Department of Oncogenesis, Moscow Oncology Research Institute, Moscow, Russia
Received: 01-March-2022, Manuscript No. RCT -22-59319; Editor assigned: 04-March-2022, PreQC No. RCT-22-59319 (PQ); Reviewed: 16-March-2022, QC No. RCT-22-59319; Revised: 21-March-2022, Manuscript No. RCT-22-59319 (A); Published: 29-March-2022, DOI: 10.4172/Rep cancer Treat.6.2.004.
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Mammography also known as mastography is a diagnostic and screening procedure that involves employing low-energy X-rays (typically approximately 30 kVp) to inspect the human breast. Mammography is a technique for identifying and diagnosing breast cancer in its early stages. Mammograms, like other X-rays, employ ionizing radiation to make images. The photos are then examined for any abnormalities. X-rays of a lower energy, such as Mo (K-shell X-ray energies of 17.5 and 19.6 keV) and Rh (20.2 and 22.7 keV), are commonly utilized instead of those used for bone radiography. Mammography is supplemented with ultrasound, ductography, Positron Emission Mammography (PEM), and Magnetic Resonance Imaging (MRI). Ultrasound is commonly used to evaluate masses discovered on mammography or palpable tumour that are not seen on mammograms.
The US Preventive Services Task Force advises mammography every two years between the ages of 50 and 74 for the average woman, stating that "the benefit of screening mammography outweighs the hazards by at least a moderate amount from age 50 to 74 years, and is greatest for women in their 60s." Starting at the age of 40, the American College of Radiology and the American Cancer Society suggest yearly screening mammography. Between the ages of 50 and 69, the Canadian Task Force on Preventive Health Care and the European Cancer Observatory recommend mammography every 2 to 3 years. In addition to unneeded surgery and worry, the hazards of more frequent mammograms, according to these task force recommendations, include a tiny but considerable increase in breast cancer caused by radiation.
Furthermore, mammograms should not be done more frequently in individuals who are having breast surgery, such as breast enlargement, mastopexy, or breast reduction. After 10 years of research, the Cochrane Collaboration determined that mammography screening had no effect on overall cancer mortality, including breast cancer, in studies with proper randomization.
Furthermore, due to false positive findings, more than 200 women will face significant psychological anguish, including anxiety and uncertainty, for years." The authors conclude that it is time to reconsider whether universal mammography screening for women of all ages should be recommended. They claim that universal screening is unlikely to be feasible. Mammography screening is no longer useful, according to the Nordic Cochrane Collection, which updated data in 2012 and stated that breakthroughs in diagnosis and therapy make it less effective today.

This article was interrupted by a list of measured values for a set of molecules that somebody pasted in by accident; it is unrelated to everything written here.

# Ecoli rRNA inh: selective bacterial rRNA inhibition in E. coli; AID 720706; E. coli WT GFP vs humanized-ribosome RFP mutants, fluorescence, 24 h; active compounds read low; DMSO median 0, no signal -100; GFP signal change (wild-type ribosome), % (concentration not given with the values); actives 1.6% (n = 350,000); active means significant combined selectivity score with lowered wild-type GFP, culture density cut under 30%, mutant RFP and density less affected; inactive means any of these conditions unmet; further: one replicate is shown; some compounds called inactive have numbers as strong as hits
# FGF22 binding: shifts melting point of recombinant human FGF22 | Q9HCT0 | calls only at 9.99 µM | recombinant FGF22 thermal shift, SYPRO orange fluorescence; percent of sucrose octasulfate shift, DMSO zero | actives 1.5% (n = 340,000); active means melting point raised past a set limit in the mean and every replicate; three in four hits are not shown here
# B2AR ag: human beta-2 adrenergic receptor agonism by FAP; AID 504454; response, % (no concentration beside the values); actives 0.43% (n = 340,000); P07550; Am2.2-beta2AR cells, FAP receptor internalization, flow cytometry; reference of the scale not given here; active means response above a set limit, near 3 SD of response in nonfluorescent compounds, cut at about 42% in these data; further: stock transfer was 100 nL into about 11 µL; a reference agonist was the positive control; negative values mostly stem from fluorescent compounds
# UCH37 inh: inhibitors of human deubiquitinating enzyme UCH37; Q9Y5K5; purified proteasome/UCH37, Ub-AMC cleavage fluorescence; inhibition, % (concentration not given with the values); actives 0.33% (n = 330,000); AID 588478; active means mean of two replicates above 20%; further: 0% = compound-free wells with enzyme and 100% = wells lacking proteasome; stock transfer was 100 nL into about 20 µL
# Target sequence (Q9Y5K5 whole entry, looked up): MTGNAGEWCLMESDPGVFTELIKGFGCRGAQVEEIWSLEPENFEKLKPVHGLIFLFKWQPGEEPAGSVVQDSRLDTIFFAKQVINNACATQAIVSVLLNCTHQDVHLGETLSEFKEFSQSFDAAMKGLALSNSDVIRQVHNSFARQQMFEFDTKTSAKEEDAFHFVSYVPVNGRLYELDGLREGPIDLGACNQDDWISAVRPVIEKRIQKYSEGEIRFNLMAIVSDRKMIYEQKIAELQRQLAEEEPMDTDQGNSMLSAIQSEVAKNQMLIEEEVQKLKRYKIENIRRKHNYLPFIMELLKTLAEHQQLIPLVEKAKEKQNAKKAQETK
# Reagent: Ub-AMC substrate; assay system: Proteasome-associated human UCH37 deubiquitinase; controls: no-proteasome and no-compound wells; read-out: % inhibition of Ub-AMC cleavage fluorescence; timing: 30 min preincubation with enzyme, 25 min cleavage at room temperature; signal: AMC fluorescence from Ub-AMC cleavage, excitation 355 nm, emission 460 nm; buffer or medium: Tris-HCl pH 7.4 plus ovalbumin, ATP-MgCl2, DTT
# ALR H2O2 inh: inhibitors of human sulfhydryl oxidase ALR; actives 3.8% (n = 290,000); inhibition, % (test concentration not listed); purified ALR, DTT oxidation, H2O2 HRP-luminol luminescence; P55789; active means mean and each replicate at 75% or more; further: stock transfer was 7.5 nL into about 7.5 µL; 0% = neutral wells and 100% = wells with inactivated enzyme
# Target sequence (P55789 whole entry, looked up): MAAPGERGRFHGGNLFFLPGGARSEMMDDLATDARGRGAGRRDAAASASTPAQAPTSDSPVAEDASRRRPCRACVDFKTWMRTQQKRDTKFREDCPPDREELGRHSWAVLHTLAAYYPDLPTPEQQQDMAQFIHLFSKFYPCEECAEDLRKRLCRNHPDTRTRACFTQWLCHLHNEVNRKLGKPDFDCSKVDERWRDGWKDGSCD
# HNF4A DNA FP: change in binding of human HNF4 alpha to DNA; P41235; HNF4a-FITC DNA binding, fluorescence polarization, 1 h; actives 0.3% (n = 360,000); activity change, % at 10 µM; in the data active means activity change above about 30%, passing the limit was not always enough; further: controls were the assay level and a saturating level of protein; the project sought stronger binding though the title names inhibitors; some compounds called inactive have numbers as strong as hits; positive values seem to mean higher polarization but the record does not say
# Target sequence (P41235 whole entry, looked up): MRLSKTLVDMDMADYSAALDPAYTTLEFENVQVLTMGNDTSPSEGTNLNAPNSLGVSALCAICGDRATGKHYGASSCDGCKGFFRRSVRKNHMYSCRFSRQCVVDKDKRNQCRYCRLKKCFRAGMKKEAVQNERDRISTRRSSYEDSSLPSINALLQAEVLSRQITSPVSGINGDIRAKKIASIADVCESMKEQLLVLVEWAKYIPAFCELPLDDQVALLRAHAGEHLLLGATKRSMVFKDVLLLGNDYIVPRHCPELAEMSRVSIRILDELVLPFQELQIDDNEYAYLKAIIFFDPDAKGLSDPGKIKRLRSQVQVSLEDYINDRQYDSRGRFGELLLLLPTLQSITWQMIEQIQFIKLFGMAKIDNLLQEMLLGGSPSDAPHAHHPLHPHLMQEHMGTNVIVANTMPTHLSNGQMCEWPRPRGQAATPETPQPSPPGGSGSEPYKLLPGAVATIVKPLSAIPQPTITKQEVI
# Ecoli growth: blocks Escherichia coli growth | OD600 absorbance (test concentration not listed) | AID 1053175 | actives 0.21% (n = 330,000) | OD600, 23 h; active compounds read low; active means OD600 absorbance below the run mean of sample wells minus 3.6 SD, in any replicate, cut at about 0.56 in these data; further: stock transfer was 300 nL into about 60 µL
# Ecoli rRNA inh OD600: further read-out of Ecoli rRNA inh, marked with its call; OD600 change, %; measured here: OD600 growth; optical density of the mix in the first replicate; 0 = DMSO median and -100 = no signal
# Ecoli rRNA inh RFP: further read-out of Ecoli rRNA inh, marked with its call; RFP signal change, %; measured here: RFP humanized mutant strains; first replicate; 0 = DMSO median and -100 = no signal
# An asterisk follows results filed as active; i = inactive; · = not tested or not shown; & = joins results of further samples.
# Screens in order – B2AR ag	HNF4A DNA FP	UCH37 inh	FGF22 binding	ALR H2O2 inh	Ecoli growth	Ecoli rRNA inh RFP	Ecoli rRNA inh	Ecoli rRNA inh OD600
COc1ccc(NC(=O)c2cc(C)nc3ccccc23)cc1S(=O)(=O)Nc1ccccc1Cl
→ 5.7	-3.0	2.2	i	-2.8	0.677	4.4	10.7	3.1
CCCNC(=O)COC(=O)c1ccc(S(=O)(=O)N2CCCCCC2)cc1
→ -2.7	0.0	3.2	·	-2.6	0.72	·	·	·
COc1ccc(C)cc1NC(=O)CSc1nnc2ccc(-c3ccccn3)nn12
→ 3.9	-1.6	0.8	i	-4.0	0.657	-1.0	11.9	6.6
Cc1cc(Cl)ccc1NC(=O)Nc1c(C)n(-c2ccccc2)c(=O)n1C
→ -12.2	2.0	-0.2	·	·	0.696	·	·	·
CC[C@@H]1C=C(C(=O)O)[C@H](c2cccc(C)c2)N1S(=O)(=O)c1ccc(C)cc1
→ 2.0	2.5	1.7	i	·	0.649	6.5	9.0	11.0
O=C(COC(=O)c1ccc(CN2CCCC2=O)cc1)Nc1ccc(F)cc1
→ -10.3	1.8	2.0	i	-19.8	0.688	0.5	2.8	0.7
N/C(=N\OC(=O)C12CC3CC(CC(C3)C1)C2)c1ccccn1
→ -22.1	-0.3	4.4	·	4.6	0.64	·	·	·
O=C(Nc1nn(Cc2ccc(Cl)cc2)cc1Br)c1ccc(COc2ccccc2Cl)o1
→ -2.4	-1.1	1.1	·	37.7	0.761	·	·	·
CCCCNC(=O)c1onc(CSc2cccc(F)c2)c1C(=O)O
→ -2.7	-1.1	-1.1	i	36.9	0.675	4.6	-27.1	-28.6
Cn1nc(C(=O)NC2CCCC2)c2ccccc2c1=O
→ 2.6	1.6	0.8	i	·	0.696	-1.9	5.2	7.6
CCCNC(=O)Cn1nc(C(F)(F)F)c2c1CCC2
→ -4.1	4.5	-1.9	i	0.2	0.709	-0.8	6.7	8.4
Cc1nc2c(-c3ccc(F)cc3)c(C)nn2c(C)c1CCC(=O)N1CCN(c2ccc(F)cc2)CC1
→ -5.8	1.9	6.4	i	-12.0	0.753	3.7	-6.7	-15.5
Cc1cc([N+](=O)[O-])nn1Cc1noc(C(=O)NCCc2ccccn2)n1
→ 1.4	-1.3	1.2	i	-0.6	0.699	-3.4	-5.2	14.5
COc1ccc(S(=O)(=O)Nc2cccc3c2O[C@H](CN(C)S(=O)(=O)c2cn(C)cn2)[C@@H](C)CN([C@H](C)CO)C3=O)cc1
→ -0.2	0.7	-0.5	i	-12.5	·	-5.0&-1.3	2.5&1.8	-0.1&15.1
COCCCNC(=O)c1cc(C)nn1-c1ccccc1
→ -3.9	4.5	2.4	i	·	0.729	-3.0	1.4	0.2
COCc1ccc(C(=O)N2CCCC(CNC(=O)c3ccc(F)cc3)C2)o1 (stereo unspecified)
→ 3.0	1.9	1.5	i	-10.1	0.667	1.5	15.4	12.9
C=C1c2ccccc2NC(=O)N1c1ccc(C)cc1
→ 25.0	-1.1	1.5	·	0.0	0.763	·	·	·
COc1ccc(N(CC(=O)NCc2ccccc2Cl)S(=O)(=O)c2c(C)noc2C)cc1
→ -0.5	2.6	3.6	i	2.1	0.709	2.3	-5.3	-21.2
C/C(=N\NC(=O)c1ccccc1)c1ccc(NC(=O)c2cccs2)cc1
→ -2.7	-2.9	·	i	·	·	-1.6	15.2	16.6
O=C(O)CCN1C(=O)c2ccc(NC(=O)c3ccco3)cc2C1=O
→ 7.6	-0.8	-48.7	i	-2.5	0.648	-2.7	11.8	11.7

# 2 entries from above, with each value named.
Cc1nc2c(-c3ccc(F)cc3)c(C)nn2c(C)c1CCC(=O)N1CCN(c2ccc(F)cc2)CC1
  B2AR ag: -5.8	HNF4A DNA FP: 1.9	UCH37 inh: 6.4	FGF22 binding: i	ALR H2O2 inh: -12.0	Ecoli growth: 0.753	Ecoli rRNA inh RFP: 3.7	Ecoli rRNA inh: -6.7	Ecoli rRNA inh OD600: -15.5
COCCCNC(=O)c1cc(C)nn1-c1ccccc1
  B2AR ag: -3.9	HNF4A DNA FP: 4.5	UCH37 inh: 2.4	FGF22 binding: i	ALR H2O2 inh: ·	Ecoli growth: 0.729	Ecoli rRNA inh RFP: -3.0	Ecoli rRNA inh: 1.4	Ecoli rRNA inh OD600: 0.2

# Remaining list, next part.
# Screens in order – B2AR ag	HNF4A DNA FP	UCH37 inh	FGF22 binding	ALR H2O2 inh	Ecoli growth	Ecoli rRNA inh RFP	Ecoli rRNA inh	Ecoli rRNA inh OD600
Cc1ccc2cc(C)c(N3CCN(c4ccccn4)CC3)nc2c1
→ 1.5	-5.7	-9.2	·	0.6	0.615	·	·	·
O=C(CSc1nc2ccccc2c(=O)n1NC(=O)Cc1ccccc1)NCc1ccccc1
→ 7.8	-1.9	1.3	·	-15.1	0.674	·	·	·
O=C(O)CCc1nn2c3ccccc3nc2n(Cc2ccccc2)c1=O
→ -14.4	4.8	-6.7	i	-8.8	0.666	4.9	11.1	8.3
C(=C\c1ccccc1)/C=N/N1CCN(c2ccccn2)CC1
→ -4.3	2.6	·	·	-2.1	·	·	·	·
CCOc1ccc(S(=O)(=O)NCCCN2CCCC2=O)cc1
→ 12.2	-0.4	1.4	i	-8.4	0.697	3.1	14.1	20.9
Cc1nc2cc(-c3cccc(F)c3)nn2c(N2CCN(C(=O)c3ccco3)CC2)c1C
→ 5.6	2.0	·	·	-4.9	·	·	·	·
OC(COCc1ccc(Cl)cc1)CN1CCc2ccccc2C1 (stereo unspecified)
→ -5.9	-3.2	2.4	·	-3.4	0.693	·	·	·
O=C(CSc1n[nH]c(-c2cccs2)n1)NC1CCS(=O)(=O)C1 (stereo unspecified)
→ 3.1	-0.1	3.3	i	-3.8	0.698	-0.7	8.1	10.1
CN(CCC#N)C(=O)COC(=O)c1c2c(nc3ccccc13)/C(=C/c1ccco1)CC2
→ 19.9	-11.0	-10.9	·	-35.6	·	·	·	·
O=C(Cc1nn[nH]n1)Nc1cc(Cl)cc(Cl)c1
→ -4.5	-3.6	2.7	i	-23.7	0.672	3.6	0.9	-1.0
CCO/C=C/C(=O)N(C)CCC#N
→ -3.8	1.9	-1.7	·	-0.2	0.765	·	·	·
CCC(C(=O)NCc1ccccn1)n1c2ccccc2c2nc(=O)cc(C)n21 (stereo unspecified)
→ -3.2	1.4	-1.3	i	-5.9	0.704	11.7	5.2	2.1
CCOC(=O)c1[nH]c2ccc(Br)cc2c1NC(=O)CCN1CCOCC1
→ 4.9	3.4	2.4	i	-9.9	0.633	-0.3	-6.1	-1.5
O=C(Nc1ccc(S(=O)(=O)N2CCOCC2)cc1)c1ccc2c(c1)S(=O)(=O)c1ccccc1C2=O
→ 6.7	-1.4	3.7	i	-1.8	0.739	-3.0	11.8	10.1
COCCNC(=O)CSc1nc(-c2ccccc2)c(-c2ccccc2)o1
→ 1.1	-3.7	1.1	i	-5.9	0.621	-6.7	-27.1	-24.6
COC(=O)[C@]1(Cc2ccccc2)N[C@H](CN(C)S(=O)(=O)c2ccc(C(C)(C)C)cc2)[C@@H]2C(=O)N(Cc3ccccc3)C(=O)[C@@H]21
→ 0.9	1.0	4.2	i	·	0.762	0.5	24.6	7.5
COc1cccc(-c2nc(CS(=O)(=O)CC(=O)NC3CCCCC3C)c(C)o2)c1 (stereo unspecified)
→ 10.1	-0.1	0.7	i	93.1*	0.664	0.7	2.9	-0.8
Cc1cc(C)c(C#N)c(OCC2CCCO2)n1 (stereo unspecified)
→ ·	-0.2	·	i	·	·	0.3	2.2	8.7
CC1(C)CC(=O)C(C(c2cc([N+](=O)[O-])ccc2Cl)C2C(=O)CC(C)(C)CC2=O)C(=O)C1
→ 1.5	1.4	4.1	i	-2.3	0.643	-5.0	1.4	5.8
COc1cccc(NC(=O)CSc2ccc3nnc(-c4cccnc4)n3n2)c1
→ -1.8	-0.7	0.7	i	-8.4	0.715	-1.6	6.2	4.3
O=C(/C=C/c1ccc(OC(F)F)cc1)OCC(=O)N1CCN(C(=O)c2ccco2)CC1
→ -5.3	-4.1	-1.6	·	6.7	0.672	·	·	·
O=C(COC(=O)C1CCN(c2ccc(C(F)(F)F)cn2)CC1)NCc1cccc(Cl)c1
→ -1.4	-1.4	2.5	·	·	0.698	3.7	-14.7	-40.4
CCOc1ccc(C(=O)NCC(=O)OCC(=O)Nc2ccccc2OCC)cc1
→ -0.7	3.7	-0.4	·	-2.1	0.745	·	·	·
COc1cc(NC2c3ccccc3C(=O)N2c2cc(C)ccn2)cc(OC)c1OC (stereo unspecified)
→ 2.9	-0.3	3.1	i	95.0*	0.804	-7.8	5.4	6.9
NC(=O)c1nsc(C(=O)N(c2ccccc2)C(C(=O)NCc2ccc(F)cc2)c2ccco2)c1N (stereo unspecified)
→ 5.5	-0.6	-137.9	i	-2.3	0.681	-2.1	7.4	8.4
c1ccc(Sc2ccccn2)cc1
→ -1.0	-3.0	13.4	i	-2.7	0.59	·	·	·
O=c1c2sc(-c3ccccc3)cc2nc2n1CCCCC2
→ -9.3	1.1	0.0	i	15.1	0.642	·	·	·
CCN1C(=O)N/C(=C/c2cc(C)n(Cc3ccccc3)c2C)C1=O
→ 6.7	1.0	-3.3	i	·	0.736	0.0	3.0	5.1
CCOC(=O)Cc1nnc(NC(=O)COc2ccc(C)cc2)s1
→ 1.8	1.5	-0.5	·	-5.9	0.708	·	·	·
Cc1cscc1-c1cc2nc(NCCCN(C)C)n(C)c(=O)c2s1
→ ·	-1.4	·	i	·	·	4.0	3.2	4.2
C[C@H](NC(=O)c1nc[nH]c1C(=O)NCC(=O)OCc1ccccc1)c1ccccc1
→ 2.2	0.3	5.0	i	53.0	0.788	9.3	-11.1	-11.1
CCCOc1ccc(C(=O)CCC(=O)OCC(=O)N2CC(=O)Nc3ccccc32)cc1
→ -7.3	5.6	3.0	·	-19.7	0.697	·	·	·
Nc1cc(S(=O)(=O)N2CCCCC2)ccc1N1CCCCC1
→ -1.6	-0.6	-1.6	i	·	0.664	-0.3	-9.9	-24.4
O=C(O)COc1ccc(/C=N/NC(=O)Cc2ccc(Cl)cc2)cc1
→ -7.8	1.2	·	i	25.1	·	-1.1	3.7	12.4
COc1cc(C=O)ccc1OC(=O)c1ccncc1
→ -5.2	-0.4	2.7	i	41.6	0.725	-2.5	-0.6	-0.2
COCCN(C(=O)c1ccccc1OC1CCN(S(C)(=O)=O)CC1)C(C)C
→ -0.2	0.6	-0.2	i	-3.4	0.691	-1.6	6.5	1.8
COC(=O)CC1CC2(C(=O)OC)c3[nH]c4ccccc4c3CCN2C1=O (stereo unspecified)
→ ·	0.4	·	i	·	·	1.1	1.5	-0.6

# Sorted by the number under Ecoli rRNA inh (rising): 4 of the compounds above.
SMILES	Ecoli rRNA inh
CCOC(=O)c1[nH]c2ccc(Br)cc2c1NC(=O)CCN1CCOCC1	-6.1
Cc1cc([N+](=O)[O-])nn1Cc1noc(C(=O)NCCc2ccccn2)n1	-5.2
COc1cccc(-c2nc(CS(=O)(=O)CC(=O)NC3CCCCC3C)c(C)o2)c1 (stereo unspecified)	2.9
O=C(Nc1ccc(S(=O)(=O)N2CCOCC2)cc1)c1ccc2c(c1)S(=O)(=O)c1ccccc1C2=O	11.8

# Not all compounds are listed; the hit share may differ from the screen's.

A ten percent false-negative rate is common in mammography. This is mainly because dense tissue conceals the malignancy and the appearance of cancer on mammography overlaps significantly with the appearance of normal tissue. According to a meta-analysis of programmes in nations with structured screening, 52 percent of patients are over diagnosed.
Using a specialist mammography unit, the breast is squeezed during the operation. By minimizing the thickness of tissue that X-rays must penetrate, decreasing the quantity of scattered radiation (scatter reduces image quality), lowering the needed radiation dose, and maintaining the breast motionless, parallel-plate compression improves image quality (preventing motion blur). Both head-to-foot (Craniocaudal, CC) and angled side-view (Mediolateral Oblique, MLO) pictures of the breast are taken during screening mammography. These and other views, such as geometrically magnified and spot-compressed views of the specific area of concern, may be included in diagnostic mammography. Deodorant, talcum powder, and lotion might appear as calcium spots on an X-ray; therefore women should avoid using these on the day of their checkup.
Screening mammograms and diagnostic mammograms are the two types of mammograms. Patients who appear with no symptoms are given a screening mammography, which consists of four routine X-ray pictures. Patients who have breast complaints, changes, or abnormal results on their screening mammograms should get a diagnostic mammography. Patients with breast implants, breast reductions, and personal and/or family histories of breast cancer are all given diagnostic mammography.
Mammography was traditionally done with screen-film cassettes until a few years ago. Digital mammography, also known as Full Field Digital Mammography, is a type of mammography that uses digital detectors (FFDM). In the United States, the FDA approved the first FFDM system in 2000. This advancement is a few years behind that of general radiology. This is attributable to a number of variables, including:
(i) Mammography necessitates a better spatial resolution.
(ii) The cost of the equipment has significantly increased.
The FDA is concerned that digital mammography equipment can detect breast cancers at least as well as screen-film mammography without raising the dose or the number of women recalled for further evaluation.
One (single reading) or two (double reading) qualified experts examine mammograms: these film readers are usually radiologists, although they could also be radiographers, radiotherapists, or breast clinicians (non-radiologist physicians specializing in breast disease). Double reading, which is popular in the UK but less so in the US, boosts the procedure's sensitivity and specificity greatly. Although clinical decision support systems can be employed with digital mammography (or digitized pictures from analogue mammography), research show that they do not increase performance much or only slightly.